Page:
I received an invitation from one of my partners to attend their Sunday service at Ecclesiax, a church in downtown Ottawa, and out of curiosity, I attended. It was an interesting visit, and I’m glad I added this unusual event to the series of religious presentations I have personally experienced. Like all the others, though, it’s not one I’ll be repeating if I can avoid it.
I received your letter a few days ago, and have spent the ensuing period formulating a response in my mind. That response is ready now.
Images of people in my culture don’t look like me.
There’s a trivial sense in which that’s not true. My dark, angled eyes, curly hair, curvaceous figure, and diminutive stature all betray my origins. Our beauty queens and pop stars in particular look like me, conspicuously lighter in hue than even our own relatives. As distinctive as I always am in family photos, someone else who looked like me would not have seemed out of place.
But the image of us isn’t a scientist. She isn’t an atheist or a socialist. She isn’t dating outside her race. She isn’t deliberately far away from her parents. She isn’t autistic. She isn’t transgender. She isn’t gay.
There are many little bits and pieces of growing up transfeminine in a hostile world. Recognizing ourselves early as pressed into a gender we neither desire nor understand is not always a blessing, and often merely changes the character of our seeping hurt. Our youthful relationships with boys, our youthful relationships with girls, how we feel about clothing and sport and our parents, all get colored through these lenses, already complicated and made more so by inept striving toward a less horrid vision of the future.
In her novel For Today I Am a Boy, Kim Fu finds them all.
Stop me if you’ve heard this one before:
A trans person, probably a trans woman, has parents. Those parents are a predictable yet incomprehensible medley of bigoted toward transgender people, ignorant of queer and transgender topics, and uninterested in learning more, and think “acceptance” means that the telephone shouting matches have mostly stopped and they haven’t severed all ties with their transgender descendant. There’s very little else they get right, and they think that their progress is measured in “time since they heard.”
There are a lot of specific things they get wrong, and they’re frustratingly defensive about getting corrected on any of them.
So here are some answers.
CN sexual assault, suicide, violence against women
Mi familia no está aquí.
My family isn’t here.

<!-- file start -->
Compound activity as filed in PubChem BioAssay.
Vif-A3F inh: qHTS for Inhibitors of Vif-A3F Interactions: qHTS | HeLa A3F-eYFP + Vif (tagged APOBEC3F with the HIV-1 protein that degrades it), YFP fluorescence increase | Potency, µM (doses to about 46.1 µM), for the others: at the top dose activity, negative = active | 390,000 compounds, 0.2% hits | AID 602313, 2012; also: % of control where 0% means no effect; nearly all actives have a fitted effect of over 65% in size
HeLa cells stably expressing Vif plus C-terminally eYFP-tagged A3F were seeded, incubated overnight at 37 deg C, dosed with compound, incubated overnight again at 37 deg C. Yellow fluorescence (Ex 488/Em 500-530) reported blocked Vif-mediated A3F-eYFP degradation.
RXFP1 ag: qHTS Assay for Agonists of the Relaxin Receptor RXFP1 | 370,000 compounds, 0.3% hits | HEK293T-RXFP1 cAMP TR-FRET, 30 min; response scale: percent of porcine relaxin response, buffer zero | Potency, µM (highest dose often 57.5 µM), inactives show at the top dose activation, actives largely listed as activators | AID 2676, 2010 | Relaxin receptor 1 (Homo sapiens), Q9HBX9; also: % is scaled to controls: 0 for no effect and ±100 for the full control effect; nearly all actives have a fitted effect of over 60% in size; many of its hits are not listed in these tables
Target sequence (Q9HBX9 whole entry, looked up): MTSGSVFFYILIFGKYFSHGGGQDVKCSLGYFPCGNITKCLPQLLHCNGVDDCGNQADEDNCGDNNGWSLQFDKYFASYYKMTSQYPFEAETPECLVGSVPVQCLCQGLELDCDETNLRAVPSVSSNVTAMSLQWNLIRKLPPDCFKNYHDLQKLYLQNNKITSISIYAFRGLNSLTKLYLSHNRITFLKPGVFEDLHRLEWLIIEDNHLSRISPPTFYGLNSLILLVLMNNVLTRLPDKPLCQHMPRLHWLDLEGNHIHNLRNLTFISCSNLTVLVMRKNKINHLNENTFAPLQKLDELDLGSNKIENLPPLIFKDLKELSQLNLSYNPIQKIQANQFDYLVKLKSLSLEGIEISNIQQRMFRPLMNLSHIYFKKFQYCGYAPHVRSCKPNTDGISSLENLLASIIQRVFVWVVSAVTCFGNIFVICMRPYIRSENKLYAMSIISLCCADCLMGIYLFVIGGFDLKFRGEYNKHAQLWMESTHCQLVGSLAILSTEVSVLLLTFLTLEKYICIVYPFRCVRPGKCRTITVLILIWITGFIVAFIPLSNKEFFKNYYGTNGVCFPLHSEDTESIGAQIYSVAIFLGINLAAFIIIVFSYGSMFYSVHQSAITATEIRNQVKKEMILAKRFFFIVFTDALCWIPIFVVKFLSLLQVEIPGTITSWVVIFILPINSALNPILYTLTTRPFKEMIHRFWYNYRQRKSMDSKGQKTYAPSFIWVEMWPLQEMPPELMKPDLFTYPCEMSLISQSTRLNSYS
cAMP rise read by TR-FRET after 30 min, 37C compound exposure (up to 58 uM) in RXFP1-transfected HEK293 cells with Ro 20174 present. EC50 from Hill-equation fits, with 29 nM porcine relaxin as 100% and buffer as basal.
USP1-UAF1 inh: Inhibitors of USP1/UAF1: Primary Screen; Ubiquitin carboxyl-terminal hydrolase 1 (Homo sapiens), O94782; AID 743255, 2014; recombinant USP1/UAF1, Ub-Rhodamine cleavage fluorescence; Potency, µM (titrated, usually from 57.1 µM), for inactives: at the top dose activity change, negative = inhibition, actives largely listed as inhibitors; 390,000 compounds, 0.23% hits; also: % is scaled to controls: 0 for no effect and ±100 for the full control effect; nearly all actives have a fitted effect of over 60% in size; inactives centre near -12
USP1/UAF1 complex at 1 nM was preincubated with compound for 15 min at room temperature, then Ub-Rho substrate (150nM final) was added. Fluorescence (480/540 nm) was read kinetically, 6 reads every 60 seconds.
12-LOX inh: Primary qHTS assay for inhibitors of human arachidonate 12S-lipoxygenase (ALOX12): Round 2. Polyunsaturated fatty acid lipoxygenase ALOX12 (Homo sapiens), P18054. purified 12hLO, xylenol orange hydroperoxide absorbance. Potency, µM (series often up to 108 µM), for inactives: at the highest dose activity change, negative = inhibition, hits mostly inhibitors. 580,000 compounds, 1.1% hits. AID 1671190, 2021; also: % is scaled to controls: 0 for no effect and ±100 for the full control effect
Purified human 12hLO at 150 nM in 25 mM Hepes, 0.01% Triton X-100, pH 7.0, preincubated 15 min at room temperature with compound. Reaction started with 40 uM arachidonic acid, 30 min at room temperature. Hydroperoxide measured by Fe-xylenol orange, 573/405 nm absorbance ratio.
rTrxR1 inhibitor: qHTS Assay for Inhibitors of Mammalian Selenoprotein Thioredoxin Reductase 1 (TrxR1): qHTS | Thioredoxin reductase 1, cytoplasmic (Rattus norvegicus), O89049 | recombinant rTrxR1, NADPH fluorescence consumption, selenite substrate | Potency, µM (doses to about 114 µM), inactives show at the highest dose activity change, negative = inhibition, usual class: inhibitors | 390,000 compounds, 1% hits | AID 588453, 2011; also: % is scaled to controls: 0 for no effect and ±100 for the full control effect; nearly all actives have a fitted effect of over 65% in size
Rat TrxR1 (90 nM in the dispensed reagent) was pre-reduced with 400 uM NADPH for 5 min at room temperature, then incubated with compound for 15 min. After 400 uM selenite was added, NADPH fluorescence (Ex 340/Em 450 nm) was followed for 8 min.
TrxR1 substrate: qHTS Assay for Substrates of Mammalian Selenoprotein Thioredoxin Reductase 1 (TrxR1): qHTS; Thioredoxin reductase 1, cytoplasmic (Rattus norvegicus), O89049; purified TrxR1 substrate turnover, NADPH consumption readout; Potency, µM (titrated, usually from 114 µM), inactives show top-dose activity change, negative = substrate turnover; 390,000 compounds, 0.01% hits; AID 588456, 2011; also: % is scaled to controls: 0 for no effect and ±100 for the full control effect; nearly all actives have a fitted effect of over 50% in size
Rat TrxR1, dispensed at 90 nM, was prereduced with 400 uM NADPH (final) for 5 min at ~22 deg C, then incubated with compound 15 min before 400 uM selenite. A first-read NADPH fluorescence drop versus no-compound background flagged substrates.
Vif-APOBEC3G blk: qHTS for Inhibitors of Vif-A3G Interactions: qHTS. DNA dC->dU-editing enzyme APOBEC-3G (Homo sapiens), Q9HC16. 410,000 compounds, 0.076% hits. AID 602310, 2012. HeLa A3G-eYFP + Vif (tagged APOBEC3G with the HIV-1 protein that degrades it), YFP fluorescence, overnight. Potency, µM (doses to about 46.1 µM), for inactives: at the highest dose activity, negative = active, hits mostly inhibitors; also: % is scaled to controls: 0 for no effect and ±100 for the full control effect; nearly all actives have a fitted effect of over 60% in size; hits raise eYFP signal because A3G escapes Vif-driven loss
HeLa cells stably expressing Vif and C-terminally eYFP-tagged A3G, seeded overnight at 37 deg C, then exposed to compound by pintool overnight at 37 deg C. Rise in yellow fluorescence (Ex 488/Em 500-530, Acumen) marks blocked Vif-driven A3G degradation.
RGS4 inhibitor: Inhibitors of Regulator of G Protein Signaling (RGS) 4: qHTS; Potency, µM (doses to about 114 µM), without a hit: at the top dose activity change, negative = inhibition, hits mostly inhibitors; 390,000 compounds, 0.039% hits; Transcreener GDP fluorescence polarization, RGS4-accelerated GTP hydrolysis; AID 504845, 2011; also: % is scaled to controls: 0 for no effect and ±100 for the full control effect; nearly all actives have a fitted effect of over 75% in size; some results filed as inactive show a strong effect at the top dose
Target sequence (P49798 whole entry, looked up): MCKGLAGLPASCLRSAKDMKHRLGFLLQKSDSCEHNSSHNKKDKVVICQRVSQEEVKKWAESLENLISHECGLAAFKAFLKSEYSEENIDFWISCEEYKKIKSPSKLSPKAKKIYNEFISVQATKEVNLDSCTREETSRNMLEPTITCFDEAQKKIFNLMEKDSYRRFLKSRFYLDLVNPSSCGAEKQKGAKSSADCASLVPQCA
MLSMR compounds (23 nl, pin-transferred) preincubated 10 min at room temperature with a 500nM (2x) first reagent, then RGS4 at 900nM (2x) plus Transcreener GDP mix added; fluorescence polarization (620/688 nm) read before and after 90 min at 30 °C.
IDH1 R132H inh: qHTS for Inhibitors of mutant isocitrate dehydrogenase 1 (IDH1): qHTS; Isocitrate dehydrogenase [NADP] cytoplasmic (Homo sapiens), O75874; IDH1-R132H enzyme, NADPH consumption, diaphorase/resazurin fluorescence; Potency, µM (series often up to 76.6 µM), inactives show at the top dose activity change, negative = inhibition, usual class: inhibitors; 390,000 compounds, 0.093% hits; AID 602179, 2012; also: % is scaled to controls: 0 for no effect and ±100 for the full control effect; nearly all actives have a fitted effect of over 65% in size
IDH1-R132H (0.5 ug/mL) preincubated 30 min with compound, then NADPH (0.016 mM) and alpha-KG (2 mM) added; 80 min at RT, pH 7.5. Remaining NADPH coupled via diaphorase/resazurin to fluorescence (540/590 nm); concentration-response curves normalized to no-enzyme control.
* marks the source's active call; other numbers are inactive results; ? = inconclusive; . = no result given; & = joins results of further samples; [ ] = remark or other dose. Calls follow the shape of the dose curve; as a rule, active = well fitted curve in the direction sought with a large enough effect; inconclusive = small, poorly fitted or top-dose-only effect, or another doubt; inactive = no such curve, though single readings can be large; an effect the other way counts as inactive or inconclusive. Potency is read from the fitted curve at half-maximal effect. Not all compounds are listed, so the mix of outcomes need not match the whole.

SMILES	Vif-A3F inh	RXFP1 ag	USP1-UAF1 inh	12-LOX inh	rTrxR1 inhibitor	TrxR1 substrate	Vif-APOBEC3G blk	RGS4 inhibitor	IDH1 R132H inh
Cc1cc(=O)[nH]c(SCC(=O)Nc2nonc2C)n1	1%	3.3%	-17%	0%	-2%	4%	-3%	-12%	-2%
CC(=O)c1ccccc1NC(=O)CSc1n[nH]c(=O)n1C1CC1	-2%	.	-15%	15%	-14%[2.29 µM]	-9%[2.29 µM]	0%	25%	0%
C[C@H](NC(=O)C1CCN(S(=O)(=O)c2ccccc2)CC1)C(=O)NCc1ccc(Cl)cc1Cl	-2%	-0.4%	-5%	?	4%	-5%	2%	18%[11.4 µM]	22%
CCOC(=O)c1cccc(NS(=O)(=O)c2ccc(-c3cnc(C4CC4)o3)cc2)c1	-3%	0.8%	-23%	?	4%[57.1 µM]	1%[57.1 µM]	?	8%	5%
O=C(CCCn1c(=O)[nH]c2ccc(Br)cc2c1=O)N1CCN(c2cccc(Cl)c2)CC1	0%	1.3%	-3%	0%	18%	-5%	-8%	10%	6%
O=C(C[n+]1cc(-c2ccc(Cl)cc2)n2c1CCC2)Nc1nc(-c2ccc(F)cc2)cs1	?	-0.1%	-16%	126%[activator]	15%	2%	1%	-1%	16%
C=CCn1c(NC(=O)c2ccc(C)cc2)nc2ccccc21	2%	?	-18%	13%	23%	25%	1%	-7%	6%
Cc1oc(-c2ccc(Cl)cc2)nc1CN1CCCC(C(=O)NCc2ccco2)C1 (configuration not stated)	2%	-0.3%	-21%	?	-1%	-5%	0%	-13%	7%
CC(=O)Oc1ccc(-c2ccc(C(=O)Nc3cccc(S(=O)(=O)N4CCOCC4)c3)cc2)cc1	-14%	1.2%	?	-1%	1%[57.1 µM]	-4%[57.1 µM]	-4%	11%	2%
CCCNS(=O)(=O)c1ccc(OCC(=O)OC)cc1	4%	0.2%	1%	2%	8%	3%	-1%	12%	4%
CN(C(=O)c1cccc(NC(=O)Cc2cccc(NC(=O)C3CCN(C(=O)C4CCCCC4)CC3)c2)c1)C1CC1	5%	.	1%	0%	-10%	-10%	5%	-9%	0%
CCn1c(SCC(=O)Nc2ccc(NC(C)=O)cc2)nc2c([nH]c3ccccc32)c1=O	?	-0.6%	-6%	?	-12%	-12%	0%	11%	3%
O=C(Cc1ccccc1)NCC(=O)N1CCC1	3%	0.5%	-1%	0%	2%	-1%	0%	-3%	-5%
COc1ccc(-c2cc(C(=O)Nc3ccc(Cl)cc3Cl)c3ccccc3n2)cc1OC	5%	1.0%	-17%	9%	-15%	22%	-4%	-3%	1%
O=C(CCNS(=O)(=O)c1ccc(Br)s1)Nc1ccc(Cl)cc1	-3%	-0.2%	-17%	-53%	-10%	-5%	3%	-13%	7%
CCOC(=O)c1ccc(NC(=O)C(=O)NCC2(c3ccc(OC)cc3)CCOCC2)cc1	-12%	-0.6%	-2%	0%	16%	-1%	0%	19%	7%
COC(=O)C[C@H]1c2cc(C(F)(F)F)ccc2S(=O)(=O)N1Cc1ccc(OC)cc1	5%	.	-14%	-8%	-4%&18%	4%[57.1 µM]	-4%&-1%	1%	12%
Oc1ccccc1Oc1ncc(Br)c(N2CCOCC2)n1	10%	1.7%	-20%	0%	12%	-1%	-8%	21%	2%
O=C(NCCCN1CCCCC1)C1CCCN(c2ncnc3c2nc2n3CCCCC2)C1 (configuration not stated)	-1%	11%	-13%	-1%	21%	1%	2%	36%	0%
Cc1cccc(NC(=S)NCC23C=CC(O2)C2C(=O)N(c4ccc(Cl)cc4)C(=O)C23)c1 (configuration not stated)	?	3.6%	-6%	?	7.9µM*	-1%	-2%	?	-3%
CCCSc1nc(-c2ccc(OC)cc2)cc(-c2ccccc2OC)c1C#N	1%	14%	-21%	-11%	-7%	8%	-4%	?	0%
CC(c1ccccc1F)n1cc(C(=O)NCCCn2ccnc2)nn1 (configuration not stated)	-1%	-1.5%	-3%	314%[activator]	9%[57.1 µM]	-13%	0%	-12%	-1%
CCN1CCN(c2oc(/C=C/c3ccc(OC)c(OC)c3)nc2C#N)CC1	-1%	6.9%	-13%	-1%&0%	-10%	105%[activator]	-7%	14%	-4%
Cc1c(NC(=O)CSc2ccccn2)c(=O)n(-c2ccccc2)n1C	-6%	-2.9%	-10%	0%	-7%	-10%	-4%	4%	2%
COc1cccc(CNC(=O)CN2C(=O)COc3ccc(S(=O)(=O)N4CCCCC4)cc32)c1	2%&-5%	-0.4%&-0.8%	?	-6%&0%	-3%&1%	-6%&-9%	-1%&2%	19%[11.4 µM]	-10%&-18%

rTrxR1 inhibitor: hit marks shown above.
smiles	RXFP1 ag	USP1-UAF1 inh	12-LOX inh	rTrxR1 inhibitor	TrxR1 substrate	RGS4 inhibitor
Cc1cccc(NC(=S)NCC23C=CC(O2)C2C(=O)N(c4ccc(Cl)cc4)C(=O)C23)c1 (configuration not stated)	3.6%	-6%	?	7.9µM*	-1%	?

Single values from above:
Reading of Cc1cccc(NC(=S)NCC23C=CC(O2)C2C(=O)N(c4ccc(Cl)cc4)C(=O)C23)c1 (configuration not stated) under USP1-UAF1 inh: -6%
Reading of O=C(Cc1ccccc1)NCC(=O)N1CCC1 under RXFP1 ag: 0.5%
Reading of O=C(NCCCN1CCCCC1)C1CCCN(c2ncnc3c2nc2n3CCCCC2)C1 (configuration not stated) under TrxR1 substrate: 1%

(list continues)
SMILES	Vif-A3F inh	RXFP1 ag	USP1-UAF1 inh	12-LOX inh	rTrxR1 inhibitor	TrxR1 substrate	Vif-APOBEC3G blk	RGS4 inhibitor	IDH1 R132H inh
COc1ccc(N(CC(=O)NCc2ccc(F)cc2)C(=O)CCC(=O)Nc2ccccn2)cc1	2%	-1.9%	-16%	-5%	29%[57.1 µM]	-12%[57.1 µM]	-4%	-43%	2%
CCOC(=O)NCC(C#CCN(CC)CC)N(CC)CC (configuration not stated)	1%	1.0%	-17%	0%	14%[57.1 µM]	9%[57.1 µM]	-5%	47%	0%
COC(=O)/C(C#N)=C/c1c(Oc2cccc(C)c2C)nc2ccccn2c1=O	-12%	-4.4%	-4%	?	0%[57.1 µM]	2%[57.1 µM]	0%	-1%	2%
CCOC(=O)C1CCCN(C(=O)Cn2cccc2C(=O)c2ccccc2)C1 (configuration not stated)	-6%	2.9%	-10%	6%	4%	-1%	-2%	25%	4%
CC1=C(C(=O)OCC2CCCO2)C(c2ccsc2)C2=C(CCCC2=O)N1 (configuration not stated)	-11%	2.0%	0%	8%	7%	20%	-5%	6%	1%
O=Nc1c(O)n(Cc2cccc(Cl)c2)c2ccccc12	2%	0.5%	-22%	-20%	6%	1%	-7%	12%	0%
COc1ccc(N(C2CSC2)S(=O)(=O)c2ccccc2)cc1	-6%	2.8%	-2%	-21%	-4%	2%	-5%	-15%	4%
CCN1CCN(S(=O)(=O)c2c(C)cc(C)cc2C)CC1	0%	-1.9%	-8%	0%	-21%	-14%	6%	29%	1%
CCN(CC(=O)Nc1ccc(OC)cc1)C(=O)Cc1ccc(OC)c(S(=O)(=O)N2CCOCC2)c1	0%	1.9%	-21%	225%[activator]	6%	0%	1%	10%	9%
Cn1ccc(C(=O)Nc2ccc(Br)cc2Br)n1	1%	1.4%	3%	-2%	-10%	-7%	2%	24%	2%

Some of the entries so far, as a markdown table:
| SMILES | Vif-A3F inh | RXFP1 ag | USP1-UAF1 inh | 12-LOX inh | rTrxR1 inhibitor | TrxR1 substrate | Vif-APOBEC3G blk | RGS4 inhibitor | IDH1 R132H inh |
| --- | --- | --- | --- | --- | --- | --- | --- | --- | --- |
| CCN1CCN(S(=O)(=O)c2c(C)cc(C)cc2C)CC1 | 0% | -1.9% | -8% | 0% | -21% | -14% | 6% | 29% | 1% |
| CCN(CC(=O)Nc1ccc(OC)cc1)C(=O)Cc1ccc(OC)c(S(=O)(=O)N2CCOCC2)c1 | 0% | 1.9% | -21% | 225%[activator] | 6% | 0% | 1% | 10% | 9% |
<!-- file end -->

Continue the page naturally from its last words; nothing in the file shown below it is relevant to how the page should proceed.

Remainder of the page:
Today is World Toilet Day: A fact that seems to amuse a lot of people. Living in North American, it can be pretty easy to take toilets and running water for granted. Bathrooms have become such an integrated part of our daily lives and routines, it can be hard to imagine not having regular access to a toilet. Perhaps on a camping trip, or in a particularly deserted area of town one might be inconvenienced temporarily, but on the whole most of us have a reasonable expectation of having access. As such, it might come as a shock to learn that 1 in 3 people in the world, do not have safe and adequate access to toilets or running water.
Running water and the flushable toilet were not just breakthroughs in convenience and comfort. The development of the toilet meant serious progress in overall public health.
Existing as a transgender person is hard. We face expenses and hazards that few other people share, progressive organizations consider our rights a bargaining chip to trade for what they actually care about, and most of us lose a big part of our social circle when we emerge as ourselves, forcing us to rebuild at a time when we’re subject to tremendous abuse.
While the difficulties specific to trans people in any of various situations—airports and prisons suddenly come to mind—are worth discussing at length, one sphere in particular needs highlighting: the medical system. A lot of us travel by air and too many of us end up in prison, but virtually all of us see doctors, and seeing a doctor is a frustrating mess for people like us.
For as long as people have been talking about social justice online, there have been people, trolls really, who make a point to argue, harass, and otherwise engage in actively hateful and bigoted behaviour. This has been the case in every online community I have been involved with: the feminist community, the atheist community, disability community. There is always someone prepared to defend the vilest behaviour you can think of. If you are a representative of these communities: a Person of Colour, a Trans Woman, a Disabled Person, if you are a member of some minority, the number of people who target you in particular escalates.
The sheer number of people committed to spreading hate has made places like the comment boards on Youtube a place to be avoided. Many magazines and blogsites have closed their comment sections. More than one writer, activist, organizer, and so forth has been forced off the internet as a result of death threats, threats of rape and violence, dealing with a constant barrage of slurs and hatred, and even having their private information released to the public.